Image: National Gallery of Victoria A35-1976

This is a very short history of her life and works, most of which I have summarised from the book More than a memory: the art of Elizabeth Parsons by Veronica Filmer.  This is the catalogue of an exhibition of Elizabeth Parson's work held at the Geelong Gallery in 2004. The exhibition was also curated by Veronica Filmer. It's a lovely book, I found a copy at an on-line second-hand book seller and it is well worth tracking down, however the Geelong Galley has recently digitised the book and it is available on their website, here

Elizabeth was born to William and Elizabeth (nee Keens) Warren on November 27, 1831.  The Keens were market gardeners and William and Elizabeth and their children lived on the family property after their marriage in 1820. Elizabeth (the younger) found employment as a governess and in the late 1850s began art lessons with instructors including Thomas Miles Richardson and James Duffield Harding.

Her mother, who died in March 1867, left Elizabeth an annuity as long as she remained unmarried and this gave her some freedom to travel around England on sketching trips. It was on one of these trips that she met George Parsons (1830 - 1920) who was the manager of the Lizard Serpentine Marble Works.  George had trained as a surveyor and was a widower with two sons, George and Cecil. Elizabeth and George married on October 28, 1868. Elizabeth gave birth to  a daughter, Adeline, in August 1869. 1869 was also significant for Elizabeth as she exhibited seven works in the Society of Female Artists exhibition, her first major exhibition. Elizabeth exhibited under the name of Mrs George Parsons.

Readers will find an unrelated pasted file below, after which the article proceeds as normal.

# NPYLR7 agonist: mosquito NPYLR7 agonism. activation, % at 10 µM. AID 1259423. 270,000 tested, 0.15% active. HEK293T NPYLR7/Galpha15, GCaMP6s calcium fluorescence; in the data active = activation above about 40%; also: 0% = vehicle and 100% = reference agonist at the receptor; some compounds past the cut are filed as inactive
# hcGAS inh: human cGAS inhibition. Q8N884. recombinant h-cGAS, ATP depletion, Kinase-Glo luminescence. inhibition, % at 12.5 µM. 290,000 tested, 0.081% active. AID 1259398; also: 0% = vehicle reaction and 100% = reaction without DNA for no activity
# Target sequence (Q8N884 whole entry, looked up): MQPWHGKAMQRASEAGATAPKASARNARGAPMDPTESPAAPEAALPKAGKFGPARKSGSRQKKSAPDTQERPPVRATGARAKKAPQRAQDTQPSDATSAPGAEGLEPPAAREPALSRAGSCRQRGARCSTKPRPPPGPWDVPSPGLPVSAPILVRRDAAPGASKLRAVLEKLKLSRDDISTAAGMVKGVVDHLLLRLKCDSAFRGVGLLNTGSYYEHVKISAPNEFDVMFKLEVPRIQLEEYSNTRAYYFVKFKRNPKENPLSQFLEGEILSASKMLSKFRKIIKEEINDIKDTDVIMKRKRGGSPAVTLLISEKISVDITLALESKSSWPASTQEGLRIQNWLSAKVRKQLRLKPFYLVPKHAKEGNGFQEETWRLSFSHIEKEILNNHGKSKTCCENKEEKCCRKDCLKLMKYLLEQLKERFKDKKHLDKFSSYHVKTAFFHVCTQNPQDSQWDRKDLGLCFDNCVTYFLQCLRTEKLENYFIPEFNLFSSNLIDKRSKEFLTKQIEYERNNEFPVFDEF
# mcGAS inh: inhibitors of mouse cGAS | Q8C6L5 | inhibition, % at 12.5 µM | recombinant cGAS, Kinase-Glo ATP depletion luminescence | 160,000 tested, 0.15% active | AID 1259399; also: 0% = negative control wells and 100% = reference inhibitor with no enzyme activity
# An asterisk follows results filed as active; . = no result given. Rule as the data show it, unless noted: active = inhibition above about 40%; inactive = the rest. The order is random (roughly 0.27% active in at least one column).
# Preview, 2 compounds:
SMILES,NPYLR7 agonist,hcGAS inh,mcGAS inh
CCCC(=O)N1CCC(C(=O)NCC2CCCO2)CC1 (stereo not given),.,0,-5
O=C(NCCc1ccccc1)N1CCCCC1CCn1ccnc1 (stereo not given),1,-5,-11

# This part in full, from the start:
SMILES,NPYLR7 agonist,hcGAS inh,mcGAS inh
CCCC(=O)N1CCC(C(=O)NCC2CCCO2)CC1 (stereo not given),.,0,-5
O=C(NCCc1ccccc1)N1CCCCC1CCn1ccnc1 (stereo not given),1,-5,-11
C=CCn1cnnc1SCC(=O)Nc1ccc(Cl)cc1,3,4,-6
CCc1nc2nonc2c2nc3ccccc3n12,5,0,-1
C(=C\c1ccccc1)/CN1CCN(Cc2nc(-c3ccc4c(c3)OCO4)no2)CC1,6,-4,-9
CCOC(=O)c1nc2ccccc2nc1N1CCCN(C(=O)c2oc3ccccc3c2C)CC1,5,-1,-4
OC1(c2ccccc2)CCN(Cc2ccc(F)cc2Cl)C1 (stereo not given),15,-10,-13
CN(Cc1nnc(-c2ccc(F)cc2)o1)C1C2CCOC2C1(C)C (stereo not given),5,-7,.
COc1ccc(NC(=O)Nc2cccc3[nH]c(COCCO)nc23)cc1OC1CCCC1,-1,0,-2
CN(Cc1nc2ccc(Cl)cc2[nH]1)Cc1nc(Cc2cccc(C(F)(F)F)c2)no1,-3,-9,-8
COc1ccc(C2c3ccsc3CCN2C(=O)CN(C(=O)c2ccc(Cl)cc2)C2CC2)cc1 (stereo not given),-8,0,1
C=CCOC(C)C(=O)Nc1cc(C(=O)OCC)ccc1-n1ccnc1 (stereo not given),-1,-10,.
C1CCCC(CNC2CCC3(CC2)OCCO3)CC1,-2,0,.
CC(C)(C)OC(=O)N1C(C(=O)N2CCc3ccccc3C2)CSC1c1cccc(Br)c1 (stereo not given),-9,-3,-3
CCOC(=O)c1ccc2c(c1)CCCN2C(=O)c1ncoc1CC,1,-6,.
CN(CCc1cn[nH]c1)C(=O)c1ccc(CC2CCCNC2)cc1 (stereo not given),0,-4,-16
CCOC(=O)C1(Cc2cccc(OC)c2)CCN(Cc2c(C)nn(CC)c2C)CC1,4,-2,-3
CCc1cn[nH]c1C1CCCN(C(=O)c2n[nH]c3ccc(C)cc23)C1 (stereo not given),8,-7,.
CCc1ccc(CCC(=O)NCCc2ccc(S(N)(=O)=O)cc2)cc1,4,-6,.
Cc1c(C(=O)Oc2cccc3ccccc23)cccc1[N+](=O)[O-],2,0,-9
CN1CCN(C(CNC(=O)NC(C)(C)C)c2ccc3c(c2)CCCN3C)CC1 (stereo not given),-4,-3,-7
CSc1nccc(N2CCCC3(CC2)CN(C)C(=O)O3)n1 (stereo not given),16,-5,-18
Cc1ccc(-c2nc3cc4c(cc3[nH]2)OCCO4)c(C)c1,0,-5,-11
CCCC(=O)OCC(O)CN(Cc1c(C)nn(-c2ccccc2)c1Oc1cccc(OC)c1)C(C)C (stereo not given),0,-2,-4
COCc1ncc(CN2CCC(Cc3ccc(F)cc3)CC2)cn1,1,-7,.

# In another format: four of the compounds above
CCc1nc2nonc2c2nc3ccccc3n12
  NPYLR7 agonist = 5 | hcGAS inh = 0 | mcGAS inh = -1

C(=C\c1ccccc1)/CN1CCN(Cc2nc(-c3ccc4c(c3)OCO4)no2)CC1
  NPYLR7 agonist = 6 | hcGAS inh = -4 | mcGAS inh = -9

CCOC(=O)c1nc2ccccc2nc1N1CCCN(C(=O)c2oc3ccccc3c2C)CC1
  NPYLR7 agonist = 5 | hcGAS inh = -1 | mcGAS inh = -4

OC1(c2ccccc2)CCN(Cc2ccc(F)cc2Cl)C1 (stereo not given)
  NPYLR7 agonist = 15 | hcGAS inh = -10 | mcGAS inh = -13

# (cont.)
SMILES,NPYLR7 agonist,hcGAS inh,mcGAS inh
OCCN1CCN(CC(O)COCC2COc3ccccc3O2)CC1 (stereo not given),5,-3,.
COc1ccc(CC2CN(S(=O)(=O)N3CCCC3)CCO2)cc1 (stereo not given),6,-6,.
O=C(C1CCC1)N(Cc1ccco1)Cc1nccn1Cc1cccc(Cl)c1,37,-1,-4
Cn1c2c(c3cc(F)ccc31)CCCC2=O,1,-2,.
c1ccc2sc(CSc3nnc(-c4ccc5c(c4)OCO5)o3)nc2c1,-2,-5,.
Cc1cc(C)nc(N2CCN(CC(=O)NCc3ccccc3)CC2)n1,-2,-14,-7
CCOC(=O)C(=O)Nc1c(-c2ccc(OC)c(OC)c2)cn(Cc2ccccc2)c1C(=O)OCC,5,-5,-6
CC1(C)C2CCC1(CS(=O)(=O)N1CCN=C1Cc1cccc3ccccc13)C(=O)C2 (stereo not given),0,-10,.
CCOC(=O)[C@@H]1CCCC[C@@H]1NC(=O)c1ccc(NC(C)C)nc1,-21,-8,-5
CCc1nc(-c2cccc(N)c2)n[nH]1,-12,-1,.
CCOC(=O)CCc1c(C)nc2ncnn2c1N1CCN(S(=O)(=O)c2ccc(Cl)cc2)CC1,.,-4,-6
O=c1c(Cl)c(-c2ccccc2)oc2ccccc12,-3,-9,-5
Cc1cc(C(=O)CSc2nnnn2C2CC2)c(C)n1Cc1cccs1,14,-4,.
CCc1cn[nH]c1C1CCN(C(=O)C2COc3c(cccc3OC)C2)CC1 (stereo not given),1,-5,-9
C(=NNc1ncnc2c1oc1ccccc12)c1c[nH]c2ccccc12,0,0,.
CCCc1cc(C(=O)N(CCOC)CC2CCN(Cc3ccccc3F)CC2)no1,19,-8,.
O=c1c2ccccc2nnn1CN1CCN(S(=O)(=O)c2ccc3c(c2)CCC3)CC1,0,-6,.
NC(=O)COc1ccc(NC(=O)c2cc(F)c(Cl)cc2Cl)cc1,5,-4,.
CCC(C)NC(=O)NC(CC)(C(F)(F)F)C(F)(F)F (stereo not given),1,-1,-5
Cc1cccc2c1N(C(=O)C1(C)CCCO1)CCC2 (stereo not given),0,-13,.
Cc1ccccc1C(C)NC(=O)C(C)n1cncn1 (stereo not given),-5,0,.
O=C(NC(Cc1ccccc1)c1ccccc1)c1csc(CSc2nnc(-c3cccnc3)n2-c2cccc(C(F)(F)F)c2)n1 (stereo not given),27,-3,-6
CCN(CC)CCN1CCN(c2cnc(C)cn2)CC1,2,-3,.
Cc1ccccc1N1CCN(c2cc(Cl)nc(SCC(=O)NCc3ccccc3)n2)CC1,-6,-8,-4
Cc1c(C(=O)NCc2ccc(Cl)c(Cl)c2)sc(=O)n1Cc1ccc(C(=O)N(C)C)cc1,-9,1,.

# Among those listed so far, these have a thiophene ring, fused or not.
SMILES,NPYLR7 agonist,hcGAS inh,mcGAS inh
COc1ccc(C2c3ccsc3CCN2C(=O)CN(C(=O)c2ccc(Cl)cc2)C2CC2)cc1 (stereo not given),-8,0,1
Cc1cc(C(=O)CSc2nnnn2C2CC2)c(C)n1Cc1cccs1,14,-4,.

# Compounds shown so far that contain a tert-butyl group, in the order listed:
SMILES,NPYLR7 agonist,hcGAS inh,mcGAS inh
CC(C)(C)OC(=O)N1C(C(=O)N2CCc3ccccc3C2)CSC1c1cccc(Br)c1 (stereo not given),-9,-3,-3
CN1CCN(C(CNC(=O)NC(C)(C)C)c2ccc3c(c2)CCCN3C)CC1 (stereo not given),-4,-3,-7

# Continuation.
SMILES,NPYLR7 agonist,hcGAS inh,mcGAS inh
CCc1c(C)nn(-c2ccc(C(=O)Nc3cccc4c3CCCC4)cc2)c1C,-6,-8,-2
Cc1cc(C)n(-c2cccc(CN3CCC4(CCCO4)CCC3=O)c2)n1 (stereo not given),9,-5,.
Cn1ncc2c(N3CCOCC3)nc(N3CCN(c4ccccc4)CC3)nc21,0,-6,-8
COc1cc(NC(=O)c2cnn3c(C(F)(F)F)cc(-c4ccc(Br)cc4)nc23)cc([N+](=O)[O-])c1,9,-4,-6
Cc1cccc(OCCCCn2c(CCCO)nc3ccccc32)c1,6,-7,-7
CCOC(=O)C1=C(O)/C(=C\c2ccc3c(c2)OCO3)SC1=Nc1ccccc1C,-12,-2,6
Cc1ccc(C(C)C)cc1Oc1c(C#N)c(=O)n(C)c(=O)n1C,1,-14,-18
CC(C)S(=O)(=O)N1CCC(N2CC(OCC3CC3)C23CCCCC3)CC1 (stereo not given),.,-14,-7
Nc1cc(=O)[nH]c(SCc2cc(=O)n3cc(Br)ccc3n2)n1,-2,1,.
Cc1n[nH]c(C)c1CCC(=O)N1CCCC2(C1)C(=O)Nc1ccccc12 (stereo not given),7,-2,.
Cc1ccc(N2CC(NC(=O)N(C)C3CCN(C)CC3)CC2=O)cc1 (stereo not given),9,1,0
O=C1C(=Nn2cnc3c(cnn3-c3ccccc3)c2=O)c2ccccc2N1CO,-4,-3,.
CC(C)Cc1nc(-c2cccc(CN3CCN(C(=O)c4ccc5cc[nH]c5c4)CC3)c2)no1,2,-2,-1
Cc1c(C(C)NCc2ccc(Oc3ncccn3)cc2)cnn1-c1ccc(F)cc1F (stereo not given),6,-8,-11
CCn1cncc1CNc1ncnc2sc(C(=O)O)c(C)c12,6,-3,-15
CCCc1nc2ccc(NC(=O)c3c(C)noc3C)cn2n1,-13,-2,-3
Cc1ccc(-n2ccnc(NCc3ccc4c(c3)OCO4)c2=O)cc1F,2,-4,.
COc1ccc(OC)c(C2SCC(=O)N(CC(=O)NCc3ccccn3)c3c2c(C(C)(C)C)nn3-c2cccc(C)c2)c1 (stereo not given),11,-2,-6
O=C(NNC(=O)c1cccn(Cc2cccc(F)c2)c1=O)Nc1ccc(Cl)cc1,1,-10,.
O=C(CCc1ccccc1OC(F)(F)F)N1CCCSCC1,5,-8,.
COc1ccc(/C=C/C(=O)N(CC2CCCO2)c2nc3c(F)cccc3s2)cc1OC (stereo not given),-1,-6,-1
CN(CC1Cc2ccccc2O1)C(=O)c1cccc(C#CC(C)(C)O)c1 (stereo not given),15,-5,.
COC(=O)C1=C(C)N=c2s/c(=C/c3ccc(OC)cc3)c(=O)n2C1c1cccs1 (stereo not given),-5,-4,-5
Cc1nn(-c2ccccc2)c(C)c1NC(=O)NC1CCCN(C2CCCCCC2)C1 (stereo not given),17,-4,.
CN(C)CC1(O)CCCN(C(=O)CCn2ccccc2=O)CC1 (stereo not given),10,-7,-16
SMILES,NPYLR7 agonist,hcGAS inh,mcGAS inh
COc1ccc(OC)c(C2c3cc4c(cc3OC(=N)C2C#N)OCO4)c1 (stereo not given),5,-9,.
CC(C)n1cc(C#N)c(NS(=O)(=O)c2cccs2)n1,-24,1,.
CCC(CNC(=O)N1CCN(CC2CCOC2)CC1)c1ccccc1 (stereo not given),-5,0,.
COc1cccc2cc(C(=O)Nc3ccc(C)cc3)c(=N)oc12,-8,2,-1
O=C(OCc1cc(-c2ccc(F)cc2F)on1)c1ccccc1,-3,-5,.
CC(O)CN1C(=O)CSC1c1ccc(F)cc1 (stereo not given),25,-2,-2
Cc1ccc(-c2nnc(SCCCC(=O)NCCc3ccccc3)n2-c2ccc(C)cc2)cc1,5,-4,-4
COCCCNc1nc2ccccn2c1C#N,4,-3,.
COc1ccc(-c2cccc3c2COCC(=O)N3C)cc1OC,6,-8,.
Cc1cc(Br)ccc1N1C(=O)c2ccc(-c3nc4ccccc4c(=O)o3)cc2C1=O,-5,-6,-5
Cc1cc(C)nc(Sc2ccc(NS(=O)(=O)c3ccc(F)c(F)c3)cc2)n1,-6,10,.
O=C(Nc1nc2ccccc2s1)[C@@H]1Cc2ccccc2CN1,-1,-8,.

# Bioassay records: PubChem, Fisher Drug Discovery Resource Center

In 1870 the family decided to migrate to Australia and they arrived in Melbourne on May 20, 1870 and their son Henry was born the same year. In 1872 another son, Warren, was born followed by two more sons, Noel in 1875, Jonathon in 1876 and a still-born baby in 1879.   Elizabeth lost no time in establishing herself as an artist in her new country and she exhibited in the Victorian Academy of Art exhibition in November 1870. The Argus had a two part review of this exhibition, which you can read here and here. The Argus said that there were three water-colour landscapes of conspicuous merit by Mrs G. Parsons.

Report on Elizabeth Parson's work at the Victorian Academy of Art exhibition
The Argus December 1, 1870